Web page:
The molecular sieve and matrix material, and the optional binder, are in the same or different liquid, and are combined in any order, together, simultaneously, sequentially, or a combination thereof. In the preferred embodiment, the same liquid, preferably water is used. The molecular sieve, matrix material, and optional binder, are combined in a liquid as solids, substantially dry or in a dried form, or as slurries, together or separately. If solids are added together as dry or substantially dried solids, it is preferable to add a limited and/or controlled amount of liquid.

In one embodiment, the slurry of the molecular sieve, binder and matrix materials is mixed or milled to achieve a sufficiently uniform slurry of sub-particles of the molecular sieve catalyst composition that is then fed to a forming unit that produces the molecular sieve catalyst composition. In a preferred embodiment, the forming unit is spray dryer. Typically, the forming unit is maintained at a temperature sufficient to remove most of the liquid from the slurry, and from the resulting molecular sieve catalyst composition. The resulting catalyst composition when formed in this way takes the form of microspheres.

When a spray drier is used as the forming unit, typically, the slurry of the molecular sieve and matrix material, and optionally a binder, is co-fed to the spray drying volume with a drying gas with an average inlet temperature ranging from 200° C. to 550° C., and a combined outlet temperature ranging from 100° C. to about 225° C. In an embodiment, the average diameter of the spray dried formed catalyst composition is from about 40 μm to about 300 μm, preferably from about 50 μm to about 250 μm, more preferably from about 50 μm to about 200 μm, and most preferably from about 65 μm to about 90 μm.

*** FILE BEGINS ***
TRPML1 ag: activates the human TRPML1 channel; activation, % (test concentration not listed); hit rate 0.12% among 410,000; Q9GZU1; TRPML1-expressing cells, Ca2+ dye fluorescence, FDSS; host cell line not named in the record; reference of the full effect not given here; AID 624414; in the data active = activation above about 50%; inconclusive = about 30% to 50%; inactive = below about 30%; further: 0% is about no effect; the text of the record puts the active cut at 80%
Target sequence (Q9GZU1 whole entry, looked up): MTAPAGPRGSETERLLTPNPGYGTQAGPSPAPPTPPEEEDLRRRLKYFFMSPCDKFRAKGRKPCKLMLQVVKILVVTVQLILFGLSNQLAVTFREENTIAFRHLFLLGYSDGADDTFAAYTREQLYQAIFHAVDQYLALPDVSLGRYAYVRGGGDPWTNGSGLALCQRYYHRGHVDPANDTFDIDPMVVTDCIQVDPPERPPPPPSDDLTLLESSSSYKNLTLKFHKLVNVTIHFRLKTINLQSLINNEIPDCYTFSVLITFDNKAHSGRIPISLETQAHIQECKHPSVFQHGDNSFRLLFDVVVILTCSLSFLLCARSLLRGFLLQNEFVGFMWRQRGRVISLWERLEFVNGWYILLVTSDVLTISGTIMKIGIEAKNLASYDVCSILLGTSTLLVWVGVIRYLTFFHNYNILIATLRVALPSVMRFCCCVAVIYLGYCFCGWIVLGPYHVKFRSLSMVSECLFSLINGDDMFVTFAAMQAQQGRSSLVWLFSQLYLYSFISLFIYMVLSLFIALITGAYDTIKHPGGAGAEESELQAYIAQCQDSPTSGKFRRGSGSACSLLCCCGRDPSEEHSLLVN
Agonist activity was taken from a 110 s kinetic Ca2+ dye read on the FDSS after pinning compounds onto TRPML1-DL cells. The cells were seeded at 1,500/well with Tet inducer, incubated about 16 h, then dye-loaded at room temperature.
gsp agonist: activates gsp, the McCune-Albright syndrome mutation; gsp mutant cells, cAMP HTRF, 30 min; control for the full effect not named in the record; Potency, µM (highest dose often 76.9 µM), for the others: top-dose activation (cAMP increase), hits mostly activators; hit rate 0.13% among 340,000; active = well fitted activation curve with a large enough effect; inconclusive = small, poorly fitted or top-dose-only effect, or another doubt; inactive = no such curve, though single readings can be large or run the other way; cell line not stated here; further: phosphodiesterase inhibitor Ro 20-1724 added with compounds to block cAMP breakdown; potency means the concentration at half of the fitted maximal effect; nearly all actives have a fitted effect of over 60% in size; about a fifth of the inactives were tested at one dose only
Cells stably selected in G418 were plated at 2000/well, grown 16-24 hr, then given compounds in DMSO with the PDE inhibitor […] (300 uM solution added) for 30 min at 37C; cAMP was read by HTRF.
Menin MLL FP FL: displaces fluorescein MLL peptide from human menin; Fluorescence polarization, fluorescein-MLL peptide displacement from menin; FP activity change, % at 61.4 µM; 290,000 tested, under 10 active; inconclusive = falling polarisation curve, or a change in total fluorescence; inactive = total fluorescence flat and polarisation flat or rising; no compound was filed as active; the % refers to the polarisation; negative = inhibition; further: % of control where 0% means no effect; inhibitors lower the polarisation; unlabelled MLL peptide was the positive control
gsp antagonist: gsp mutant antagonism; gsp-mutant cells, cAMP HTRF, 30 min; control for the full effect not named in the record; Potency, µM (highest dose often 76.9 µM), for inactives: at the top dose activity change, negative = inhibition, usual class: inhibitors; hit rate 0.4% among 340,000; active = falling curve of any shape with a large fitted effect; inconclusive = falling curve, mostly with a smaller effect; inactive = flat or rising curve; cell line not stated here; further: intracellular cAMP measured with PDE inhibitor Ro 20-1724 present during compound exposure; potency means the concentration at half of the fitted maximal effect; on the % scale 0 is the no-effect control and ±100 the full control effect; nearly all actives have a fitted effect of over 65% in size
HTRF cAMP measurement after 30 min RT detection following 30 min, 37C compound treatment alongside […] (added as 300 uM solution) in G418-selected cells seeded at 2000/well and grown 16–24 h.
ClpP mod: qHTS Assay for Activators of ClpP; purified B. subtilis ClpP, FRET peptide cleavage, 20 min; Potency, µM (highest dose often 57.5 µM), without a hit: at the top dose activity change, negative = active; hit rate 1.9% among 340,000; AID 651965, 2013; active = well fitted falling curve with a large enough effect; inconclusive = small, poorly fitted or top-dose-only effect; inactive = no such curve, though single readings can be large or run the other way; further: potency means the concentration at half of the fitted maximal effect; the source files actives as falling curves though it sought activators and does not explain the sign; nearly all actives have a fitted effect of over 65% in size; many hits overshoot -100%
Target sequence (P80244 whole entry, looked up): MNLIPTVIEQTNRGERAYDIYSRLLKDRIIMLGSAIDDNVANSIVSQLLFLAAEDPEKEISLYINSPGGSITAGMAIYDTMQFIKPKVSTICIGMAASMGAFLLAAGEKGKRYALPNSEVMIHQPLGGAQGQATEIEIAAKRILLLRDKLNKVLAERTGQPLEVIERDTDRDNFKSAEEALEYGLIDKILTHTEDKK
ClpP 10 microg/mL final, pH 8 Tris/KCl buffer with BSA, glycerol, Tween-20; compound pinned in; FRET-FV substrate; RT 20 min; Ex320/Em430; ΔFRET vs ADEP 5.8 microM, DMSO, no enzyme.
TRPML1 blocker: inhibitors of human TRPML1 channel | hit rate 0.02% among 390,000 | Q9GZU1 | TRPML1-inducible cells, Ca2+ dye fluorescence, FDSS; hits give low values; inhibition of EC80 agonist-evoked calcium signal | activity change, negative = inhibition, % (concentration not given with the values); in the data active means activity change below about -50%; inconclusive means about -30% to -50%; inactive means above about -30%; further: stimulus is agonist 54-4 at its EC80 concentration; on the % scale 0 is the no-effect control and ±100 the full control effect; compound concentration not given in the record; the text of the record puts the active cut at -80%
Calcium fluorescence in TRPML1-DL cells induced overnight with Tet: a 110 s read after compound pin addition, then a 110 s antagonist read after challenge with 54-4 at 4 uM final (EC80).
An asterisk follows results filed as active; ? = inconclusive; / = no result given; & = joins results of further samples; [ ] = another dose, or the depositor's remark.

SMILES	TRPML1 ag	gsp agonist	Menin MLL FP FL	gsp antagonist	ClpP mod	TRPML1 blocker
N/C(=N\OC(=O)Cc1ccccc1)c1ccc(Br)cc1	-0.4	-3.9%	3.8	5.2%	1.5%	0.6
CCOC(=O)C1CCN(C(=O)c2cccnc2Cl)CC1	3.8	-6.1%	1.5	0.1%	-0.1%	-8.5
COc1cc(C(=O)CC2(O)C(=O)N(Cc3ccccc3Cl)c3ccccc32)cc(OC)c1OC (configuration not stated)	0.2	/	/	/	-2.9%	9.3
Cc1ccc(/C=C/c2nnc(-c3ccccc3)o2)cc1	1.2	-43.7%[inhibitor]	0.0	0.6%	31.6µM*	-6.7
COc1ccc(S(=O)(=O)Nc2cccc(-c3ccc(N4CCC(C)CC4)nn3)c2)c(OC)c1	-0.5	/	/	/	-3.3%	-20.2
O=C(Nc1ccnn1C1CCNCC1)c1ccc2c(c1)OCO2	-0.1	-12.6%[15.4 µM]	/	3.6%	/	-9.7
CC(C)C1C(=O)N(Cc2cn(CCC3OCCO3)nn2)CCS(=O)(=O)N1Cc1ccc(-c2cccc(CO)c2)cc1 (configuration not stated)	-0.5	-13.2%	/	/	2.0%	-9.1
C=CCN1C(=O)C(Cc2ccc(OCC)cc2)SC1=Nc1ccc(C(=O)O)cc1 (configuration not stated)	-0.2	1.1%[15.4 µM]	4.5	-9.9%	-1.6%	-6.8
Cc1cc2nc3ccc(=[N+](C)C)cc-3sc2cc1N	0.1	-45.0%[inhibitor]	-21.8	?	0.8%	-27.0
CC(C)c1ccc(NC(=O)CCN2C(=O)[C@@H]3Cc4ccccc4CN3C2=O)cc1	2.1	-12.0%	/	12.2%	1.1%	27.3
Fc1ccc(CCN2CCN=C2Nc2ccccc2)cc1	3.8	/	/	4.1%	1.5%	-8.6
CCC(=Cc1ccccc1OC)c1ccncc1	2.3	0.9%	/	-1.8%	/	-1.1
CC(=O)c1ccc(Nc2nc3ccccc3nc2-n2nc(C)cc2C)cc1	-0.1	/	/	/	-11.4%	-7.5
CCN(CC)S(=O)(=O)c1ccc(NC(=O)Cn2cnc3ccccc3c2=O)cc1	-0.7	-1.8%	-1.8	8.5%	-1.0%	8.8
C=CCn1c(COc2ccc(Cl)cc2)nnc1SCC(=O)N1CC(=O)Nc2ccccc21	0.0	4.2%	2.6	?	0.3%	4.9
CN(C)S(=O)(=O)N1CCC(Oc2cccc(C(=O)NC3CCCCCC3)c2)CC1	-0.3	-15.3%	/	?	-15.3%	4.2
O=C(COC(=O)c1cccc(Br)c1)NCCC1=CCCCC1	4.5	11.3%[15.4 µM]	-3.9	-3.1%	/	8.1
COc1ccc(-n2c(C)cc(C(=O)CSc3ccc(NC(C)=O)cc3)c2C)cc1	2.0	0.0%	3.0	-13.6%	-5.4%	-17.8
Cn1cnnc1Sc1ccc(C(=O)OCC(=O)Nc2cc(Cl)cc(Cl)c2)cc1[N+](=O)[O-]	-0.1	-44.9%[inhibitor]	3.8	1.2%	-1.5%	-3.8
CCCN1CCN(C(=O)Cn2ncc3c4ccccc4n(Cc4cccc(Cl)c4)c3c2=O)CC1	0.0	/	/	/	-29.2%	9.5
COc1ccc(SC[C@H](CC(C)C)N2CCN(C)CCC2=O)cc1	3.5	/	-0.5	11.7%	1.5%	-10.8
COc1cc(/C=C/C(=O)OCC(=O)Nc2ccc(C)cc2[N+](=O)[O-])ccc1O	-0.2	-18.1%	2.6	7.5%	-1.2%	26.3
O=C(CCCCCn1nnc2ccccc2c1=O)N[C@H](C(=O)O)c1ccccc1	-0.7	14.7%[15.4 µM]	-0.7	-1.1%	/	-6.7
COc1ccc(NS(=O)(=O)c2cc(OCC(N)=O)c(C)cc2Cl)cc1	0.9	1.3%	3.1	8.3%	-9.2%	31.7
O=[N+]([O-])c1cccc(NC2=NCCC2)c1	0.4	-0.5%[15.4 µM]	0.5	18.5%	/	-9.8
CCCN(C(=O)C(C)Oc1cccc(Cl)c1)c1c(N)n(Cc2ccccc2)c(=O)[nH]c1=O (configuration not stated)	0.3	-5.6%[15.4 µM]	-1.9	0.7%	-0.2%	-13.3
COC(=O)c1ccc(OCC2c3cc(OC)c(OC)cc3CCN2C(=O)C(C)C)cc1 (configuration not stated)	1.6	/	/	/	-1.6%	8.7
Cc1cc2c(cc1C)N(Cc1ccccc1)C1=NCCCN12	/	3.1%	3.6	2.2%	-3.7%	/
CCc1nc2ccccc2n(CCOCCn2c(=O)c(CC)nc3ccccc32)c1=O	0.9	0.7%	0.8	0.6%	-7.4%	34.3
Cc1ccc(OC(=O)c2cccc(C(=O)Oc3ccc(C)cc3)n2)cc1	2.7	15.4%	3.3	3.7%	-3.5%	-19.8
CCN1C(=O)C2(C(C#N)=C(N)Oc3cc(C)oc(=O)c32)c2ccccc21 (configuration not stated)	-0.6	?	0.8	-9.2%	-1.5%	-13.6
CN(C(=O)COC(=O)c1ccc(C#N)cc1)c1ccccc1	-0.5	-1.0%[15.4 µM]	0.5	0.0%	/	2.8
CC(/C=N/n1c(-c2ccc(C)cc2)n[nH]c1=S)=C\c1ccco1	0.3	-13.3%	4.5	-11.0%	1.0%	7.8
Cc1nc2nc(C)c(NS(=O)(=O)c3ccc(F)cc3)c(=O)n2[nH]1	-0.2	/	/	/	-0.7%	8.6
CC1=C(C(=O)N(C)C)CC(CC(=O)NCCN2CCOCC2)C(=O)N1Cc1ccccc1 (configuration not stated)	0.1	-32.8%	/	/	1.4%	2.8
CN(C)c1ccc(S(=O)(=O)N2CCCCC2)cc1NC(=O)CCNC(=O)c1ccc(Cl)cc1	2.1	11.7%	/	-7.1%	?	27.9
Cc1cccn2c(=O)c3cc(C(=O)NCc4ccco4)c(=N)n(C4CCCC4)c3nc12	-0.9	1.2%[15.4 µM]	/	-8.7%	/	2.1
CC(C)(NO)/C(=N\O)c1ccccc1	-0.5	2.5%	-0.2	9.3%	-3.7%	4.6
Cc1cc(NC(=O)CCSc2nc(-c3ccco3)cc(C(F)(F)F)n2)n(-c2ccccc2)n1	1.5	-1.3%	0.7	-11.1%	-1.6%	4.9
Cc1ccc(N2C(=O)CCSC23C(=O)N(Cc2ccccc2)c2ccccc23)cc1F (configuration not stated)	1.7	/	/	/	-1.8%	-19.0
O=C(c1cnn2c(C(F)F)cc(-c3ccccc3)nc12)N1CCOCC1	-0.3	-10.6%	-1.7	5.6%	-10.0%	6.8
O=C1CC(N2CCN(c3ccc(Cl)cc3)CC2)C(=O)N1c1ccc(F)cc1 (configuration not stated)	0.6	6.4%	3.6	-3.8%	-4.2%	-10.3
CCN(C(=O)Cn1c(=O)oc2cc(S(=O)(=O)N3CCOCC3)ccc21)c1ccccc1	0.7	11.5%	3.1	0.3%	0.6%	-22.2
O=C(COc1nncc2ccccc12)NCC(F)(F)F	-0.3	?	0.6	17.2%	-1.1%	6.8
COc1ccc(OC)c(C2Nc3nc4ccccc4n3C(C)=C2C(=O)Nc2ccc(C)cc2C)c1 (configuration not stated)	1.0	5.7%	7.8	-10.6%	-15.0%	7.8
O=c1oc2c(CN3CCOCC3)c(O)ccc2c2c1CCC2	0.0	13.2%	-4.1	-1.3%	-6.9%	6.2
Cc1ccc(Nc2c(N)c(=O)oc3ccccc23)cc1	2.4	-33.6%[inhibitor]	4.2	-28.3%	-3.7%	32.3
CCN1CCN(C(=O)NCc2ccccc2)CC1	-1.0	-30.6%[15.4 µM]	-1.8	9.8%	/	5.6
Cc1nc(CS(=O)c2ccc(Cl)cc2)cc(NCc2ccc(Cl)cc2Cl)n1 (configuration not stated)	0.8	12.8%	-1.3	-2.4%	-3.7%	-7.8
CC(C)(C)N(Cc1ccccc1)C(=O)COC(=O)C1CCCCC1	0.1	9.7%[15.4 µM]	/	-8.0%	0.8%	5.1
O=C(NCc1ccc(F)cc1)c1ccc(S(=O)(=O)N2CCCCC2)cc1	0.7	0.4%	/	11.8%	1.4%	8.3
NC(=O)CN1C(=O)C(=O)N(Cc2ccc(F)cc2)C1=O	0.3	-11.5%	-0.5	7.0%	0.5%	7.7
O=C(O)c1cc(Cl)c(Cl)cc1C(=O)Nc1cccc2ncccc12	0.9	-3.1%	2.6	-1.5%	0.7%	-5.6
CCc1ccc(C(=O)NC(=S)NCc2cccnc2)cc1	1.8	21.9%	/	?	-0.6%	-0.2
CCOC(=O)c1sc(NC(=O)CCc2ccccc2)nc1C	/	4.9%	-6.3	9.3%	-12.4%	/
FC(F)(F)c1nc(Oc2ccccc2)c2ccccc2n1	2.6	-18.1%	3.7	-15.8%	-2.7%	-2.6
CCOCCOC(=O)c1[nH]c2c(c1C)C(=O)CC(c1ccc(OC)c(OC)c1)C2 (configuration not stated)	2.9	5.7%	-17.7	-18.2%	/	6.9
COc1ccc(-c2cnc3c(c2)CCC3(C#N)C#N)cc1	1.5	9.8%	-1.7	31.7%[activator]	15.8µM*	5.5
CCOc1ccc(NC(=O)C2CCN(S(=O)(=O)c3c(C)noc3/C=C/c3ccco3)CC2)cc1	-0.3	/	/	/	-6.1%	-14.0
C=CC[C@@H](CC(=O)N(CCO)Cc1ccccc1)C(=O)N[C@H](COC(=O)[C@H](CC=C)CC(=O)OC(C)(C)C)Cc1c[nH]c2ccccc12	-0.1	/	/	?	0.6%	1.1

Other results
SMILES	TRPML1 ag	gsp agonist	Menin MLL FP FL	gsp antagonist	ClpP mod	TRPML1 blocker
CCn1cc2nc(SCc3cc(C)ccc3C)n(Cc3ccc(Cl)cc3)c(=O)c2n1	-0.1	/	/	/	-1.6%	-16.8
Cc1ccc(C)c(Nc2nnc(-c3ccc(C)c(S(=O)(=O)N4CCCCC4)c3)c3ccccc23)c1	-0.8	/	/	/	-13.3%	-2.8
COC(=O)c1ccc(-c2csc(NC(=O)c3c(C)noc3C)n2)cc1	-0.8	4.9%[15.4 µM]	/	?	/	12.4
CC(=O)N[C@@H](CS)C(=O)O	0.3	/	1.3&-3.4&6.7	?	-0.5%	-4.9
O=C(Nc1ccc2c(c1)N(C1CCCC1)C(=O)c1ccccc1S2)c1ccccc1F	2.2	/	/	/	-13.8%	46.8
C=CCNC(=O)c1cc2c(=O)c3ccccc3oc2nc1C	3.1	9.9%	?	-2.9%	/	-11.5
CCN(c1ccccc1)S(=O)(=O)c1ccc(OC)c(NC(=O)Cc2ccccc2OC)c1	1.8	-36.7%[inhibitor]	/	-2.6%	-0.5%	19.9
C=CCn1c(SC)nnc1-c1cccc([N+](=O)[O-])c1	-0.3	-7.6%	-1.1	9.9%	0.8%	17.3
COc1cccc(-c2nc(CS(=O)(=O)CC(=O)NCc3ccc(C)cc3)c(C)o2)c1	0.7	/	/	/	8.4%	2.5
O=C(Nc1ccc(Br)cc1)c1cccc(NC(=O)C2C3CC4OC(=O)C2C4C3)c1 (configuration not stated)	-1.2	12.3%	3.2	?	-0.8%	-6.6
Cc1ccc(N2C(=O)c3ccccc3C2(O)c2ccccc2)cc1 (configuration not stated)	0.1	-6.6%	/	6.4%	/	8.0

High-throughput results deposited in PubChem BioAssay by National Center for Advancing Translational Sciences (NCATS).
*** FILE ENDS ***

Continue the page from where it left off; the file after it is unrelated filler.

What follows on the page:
During spray drying, the slurry is passed through a nozzle distributing the slurry into small droplets, resembling an aerosol spray into a drying chamber. Atomization is achieved by forcing the slurry through a single nozzle or multiple nozzles with a pressure drop in the range of from 100 psia to 1000 psia (690 kPaa to 6895 kPaa). In another embodiment, the slurry is co-fed through a single nozzle or multiple nozzles along with an atomization fluid such as air, steam, flue gas, or any other suitable gas.

In yet another embodiment, the slurry described above is directed to the perimeter of a spinning wheel that distributes the slurry into small droplets, the size of which is controlled by many factors including slurry viscosity, surface tension, flow rate, pressure, and temperature of the slurry, the shape and dimension of the nozzle(s), or the spinning rate of the wheel. These droplets are then dried in a co-current or counter-current flow of air passing through a spray drier to form a substantially dried or dried molecular sieve catalyst composition, more specifically a molecular sieve in powder form.

Generally, the size of the powder is controlled to some extent by the solids content of the slurry. However, control of the size of the catalyst composition and its spherical characteristics are controllable by varying the slurry feed properties and conditions of atomization.

Other methods for forming a molecular sieve catalyst composition are described in U.S. patent application Ser. No. 09/617,714 filed Jul. 17, 2000 (spray drying using a recycled molecular sieve catalyst composition), which is herein incorporated by reference.

In another embodiment, the formulated molecular sieve catalyst composition contains from about 1% to about 99%, more preferably from about 5% to about 90%, and most preferably from about 10% to about 80%, by weight of the molecular sieve based on the total weight of the molecular sieve catalyst composition.